Cold Temperatures Benefit Peach, Grape Producers

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By Clint Thompson

Consecutive days and nights of cold temperatures were just what the doctor ordered for peach producers and grape growers in the Southeast.

chill hours
Photo by Mark Stebnicki on

They allowed farmers to obtain much needed chill hours. Grape producers also received help in managing Pierce’s Disease.

University of Georgia Cooperative Extension fruit disease specialist Phil Brannen highlights the benefits that this week’s 20-and 30-degree temperatures provided.

“I feel more encouraged about peaches and about grapes than the last time I talked to you. We needed the cold weather,” Brannen said. “I think we’re probably okay with peaches and grapes even in north Georgia where it got down close to 0 (degrees). I think we’re probably fine as far as actual cold damage to the plant. I don’t think it got cold enough that we got actual damage to the plant.

“Hopefully, it’ll be good from the standpoint of getting more chill hours for the peaches. Maybe we’ll stay cool for a while to get all of the chill hours that we need going forward. In grapes, I hope it will help with Pierce’s Disease by killing off the bacteria. These are the kind of temperatures that we needed for grapes in North Georgia.”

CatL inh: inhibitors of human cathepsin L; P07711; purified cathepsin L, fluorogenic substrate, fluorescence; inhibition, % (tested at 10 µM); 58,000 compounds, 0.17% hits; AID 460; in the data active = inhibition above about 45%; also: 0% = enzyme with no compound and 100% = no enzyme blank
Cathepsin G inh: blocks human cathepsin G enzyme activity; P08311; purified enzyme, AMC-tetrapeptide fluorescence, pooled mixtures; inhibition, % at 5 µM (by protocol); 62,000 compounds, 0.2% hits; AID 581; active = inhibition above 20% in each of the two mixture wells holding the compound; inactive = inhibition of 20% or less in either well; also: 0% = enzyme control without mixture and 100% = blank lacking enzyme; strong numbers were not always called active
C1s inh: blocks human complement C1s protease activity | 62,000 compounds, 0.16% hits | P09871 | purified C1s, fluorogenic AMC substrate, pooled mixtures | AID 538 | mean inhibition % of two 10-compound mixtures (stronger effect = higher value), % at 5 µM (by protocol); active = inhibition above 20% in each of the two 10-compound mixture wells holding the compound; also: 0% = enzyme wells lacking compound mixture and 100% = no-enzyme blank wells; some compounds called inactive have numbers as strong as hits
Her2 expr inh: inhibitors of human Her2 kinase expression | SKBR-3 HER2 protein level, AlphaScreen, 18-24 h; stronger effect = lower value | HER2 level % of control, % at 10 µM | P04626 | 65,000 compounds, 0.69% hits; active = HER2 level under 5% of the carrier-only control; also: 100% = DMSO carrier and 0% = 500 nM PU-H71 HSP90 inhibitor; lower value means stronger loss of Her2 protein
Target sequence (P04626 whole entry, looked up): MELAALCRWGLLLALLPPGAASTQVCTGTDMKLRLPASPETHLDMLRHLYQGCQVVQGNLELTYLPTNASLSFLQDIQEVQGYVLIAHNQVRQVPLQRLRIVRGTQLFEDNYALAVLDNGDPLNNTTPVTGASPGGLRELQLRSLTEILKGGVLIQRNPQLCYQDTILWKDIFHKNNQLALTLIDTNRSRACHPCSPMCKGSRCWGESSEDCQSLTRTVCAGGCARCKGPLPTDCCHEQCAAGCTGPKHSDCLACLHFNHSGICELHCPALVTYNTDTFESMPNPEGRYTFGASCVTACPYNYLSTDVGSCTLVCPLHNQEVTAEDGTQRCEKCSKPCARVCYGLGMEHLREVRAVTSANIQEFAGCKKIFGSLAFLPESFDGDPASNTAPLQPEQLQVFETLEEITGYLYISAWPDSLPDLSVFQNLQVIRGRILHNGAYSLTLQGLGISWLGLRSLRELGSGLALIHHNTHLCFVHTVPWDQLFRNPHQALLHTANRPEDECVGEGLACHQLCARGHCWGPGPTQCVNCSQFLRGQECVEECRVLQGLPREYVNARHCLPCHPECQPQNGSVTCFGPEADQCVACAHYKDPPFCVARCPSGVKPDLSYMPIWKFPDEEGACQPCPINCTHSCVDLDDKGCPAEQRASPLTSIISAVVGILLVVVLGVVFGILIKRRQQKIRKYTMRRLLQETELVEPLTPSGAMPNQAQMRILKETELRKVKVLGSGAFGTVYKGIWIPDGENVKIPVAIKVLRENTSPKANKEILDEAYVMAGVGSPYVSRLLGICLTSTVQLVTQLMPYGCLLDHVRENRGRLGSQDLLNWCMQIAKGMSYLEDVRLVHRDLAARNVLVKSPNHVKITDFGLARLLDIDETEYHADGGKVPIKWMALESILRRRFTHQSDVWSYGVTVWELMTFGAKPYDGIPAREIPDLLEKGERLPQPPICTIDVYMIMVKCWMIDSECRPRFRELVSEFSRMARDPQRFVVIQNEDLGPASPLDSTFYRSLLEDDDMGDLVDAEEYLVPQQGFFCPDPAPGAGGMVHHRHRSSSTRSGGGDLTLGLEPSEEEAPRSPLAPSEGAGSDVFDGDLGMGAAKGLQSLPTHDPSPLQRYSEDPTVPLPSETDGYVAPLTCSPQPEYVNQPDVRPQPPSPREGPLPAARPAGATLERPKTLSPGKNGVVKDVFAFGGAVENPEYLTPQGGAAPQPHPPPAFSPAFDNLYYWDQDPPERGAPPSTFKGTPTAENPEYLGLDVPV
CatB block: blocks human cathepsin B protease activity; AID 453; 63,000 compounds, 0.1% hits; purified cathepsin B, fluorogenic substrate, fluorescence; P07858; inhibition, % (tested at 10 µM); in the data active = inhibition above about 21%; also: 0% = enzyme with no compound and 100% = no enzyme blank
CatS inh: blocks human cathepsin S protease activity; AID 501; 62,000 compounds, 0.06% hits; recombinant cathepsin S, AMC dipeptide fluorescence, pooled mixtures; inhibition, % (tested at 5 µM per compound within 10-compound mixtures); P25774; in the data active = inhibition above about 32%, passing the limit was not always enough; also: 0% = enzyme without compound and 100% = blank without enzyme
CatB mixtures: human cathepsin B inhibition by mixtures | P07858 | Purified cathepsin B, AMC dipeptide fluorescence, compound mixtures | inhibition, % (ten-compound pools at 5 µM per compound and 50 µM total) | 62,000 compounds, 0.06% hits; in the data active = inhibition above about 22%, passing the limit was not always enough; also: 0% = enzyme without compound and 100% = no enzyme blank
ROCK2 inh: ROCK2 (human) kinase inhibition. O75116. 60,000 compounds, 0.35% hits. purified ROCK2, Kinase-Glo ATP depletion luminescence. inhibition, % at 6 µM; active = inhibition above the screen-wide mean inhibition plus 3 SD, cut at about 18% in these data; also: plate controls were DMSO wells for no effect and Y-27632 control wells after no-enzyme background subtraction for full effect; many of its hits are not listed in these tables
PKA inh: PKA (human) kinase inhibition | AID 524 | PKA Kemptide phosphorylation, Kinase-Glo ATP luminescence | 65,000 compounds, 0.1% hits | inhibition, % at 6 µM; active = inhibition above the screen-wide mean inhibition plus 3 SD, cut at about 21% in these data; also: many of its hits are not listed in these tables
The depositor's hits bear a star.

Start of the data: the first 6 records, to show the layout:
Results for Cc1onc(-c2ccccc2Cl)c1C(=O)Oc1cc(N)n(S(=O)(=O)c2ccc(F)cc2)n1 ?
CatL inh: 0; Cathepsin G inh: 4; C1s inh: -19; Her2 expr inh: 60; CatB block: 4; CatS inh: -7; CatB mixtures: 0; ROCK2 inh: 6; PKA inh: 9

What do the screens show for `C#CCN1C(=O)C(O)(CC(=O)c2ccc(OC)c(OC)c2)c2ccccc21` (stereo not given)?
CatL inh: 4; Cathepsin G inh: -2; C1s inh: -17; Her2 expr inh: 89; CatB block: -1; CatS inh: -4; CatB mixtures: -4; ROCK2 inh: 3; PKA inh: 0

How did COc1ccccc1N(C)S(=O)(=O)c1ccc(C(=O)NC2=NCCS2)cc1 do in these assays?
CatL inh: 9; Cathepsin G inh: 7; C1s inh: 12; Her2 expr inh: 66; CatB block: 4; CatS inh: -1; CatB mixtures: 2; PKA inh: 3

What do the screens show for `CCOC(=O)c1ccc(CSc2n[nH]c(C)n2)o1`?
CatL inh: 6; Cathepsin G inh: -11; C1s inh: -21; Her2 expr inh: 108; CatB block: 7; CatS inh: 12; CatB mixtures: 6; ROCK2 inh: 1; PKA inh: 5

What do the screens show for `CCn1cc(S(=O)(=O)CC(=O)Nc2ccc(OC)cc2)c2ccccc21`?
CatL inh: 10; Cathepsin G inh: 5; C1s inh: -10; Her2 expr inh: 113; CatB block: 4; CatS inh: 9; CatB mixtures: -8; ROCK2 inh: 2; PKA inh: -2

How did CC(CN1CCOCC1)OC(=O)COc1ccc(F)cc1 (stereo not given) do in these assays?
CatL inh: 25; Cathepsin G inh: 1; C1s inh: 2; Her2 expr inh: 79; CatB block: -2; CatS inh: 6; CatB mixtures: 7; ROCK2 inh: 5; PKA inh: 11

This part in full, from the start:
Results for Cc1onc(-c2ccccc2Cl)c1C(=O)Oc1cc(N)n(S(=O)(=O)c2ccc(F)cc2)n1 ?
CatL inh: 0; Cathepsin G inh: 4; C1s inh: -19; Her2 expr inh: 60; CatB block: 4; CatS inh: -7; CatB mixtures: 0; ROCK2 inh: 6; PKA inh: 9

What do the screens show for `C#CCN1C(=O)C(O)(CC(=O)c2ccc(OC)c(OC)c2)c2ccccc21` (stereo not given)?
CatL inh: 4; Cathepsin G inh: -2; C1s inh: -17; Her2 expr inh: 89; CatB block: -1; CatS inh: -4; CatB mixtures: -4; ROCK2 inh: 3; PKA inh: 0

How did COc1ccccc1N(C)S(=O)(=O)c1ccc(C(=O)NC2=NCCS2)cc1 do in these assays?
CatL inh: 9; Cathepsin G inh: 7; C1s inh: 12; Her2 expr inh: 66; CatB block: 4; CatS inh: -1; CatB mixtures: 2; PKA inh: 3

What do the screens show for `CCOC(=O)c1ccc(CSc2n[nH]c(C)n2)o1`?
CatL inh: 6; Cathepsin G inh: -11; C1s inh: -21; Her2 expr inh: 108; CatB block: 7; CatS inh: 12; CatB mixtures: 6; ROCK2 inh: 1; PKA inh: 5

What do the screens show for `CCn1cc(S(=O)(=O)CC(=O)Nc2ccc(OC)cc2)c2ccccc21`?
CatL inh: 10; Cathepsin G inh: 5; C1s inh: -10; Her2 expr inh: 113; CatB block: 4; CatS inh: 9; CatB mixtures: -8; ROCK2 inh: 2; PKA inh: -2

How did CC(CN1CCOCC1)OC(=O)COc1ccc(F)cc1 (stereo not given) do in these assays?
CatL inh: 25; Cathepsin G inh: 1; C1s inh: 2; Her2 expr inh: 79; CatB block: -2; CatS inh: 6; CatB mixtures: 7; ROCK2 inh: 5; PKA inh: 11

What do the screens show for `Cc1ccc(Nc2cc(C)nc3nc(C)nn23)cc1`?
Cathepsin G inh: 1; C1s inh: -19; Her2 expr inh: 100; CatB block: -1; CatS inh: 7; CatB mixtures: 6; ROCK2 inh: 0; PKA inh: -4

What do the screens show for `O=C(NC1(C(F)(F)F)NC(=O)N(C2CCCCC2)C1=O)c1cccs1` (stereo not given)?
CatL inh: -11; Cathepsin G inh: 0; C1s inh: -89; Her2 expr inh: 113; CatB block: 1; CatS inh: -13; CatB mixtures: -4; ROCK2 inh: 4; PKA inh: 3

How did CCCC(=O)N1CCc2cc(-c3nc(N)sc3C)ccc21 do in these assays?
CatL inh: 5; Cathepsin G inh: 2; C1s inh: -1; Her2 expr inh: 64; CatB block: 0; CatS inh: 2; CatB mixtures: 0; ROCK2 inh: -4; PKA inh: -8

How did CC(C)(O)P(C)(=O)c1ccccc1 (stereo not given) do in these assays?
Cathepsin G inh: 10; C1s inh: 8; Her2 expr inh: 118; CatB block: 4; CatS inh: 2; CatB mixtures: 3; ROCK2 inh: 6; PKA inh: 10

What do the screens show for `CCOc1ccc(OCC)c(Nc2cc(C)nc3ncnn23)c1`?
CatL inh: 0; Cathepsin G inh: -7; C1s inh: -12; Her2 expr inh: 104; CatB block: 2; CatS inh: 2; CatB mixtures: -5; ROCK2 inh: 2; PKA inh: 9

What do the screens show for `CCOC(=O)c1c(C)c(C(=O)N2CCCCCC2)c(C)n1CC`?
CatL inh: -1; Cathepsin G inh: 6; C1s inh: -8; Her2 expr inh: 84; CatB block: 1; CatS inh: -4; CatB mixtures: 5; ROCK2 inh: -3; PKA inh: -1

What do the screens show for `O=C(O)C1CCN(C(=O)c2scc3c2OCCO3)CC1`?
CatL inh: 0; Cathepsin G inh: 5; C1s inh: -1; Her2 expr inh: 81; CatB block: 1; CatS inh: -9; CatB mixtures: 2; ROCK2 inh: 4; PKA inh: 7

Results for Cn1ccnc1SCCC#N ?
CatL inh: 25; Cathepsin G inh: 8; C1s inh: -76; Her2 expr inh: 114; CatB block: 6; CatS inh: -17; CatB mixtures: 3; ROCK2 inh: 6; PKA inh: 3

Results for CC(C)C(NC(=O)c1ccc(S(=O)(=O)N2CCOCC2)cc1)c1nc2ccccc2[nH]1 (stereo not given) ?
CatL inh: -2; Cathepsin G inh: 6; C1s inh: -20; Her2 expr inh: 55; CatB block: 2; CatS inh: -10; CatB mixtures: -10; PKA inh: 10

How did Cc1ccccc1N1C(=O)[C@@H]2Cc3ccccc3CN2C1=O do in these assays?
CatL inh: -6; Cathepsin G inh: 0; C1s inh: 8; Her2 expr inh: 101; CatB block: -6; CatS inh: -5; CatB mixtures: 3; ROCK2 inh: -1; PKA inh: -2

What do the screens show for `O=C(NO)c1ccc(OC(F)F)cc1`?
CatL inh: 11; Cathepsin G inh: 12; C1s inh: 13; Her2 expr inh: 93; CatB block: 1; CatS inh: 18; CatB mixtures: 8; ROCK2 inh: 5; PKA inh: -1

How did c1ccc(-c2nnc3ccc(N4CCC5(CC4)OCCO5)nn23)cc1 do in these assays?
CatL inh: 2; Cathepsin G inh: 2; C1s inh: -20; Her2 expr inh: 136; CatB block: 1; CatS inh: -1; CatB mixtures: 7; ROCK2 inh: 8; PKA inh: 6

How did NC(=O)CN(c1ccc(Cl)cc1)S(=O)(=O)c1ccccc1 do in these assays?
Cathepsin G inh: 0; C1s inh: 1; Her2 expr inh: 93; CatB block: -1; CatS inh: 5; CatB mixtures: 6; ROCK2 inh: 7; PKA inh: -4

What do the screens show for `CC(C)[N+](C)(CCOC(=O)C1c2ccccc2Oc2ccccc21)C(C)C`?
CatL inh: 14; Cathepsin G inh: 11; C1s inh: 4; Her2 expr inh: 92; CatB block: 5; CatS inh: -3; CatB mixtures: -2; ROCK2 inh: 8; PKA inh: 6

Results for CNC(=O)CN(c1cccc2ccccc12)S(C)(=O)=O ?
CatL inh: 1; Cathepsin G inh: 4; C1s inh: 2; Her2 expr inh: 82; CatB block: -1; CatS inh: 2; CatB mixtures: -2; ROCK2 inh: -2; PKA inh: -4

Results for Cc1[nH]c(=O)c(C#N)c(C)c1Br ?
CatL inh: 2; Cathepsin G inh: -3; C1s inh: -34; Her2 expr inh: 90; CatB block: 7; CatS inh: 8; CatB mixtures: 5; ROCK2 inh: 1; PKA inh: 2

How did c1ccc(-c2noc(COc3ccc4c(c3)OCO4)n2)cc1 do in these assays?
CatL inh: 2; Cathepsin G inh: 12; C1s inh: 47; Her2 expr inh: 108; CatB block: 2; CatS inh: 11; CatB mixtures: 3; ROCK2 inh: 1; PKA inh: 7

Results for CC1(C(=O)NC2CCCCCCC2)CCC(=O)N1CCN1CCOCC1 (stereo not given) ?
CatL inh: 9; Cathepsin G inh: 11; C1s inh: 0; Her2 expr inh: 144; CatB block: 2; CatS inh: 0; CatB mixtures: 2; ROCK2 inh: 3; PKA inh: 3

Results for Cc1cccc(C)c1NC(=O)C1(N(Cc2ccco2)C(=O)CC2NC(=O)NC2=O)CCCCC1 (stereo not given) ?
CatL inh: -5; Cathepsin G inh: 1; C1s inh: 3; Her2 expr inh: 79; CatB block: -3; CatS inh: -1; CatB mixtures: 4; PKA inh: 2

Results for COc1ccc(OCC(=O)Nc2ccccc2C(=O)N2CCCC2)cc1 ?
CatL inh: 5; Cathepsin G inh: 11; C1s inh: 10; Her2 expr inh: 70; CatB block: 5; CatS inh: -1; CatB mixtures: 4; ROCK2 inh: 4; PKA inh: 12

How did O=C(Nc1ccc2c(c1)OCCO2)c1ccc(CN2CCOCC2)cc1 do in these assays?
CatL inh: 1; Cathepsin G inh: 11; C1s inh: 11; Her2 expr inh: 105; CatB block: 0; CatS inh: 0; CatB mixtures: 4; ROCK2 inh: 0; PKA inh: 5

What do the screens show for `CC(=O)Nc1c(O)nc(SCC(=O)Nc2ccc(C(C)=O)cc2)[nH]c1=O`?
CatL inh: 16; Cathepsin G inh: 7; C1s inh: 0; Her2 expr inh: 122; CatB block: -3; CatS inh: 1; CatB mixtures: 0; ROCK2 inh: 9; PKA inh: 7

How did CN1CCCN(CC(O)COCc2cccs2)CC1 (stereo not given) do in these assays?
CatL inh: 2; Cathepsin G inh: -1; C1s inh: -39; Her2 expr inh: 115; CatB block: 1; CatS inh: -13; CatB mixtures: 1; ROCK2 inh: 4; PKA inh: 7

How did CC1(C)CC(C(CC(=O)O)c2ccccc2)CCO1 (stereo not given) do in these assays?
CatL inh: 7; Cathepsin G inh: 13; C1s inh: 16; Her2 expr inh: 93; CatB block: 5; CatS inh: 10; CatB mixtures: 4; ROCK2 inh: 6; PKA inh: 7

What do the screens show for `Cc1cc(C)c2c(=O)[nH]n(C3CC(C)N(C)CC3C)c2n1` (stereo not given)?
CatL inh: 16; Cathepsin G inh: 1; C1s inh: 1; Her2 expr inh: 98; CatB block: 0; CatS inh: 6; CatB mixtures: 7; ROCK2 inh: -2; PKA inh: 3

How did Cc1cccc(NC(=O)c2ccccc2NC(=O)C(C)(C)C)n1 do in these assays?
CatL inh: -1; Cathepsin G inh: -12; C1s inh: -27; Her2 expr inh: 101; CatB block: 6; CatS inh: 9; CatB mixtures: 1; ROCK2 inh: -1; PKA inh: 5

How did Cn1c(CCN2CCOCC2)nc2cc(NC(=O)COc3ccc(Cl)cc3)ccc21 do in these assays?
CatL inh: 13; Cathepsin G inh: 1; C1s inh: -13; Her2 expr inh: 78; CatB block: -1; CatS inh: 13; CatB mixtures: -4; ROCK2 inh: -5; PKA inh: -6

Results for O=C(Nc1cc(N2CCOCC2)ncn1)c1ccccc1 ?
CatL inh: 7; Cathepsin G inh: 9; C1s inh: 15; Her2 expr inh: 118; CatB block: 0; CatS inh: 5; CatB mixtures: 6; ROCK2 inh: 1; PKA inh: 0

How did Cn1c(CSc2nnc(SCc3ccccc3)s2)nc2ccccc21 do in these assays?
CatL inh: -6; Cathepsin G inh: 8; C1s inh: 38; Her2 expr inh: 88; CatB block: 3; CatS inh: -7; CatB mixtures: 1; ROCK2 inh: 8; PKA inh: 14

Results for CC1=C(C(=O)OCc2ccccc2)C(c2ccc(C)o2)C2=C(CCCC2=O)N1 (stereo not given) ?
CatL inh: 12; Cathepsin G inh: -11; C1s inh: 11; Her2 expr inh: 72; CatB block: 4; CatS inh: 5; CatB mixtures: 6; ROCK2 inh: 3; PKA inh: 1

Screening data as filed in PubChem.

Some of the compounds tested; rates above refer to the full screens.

Pierce’s disease is caused by a bacterium that is transmitted by numerous sharpshooter insects, including the glassy-winged sharpshooter. It clogs the grape xylem, cutting off nutrient and water flow. Once grapes are infected with the disease, vines die within one to two years. Colder temperatures reduce the number of insects present as well as bacterial numbers in the plant.

chill hours

Peaches need chill hours to mature. The required chill hours depend on the specific variety growers choose to plant. Some may require as little as 500 chill hours, while others may need as many 800. According to University of Georgia Extension, fruit trees require a certain number of hours below 45 degrees Fahrenheit to break down growth inhibitors in buds. This allows them to produce fruit in the spring.

“It’s going to be cool for a little while. I think that will help us. We’re going into January. That gives us another month to accumulate some chill hours,” Brannen said. “We’ll start blooming in some places in late February and into March. I feel a lot better, as far as the good the cold can bring, I feel better than I did a month ago.”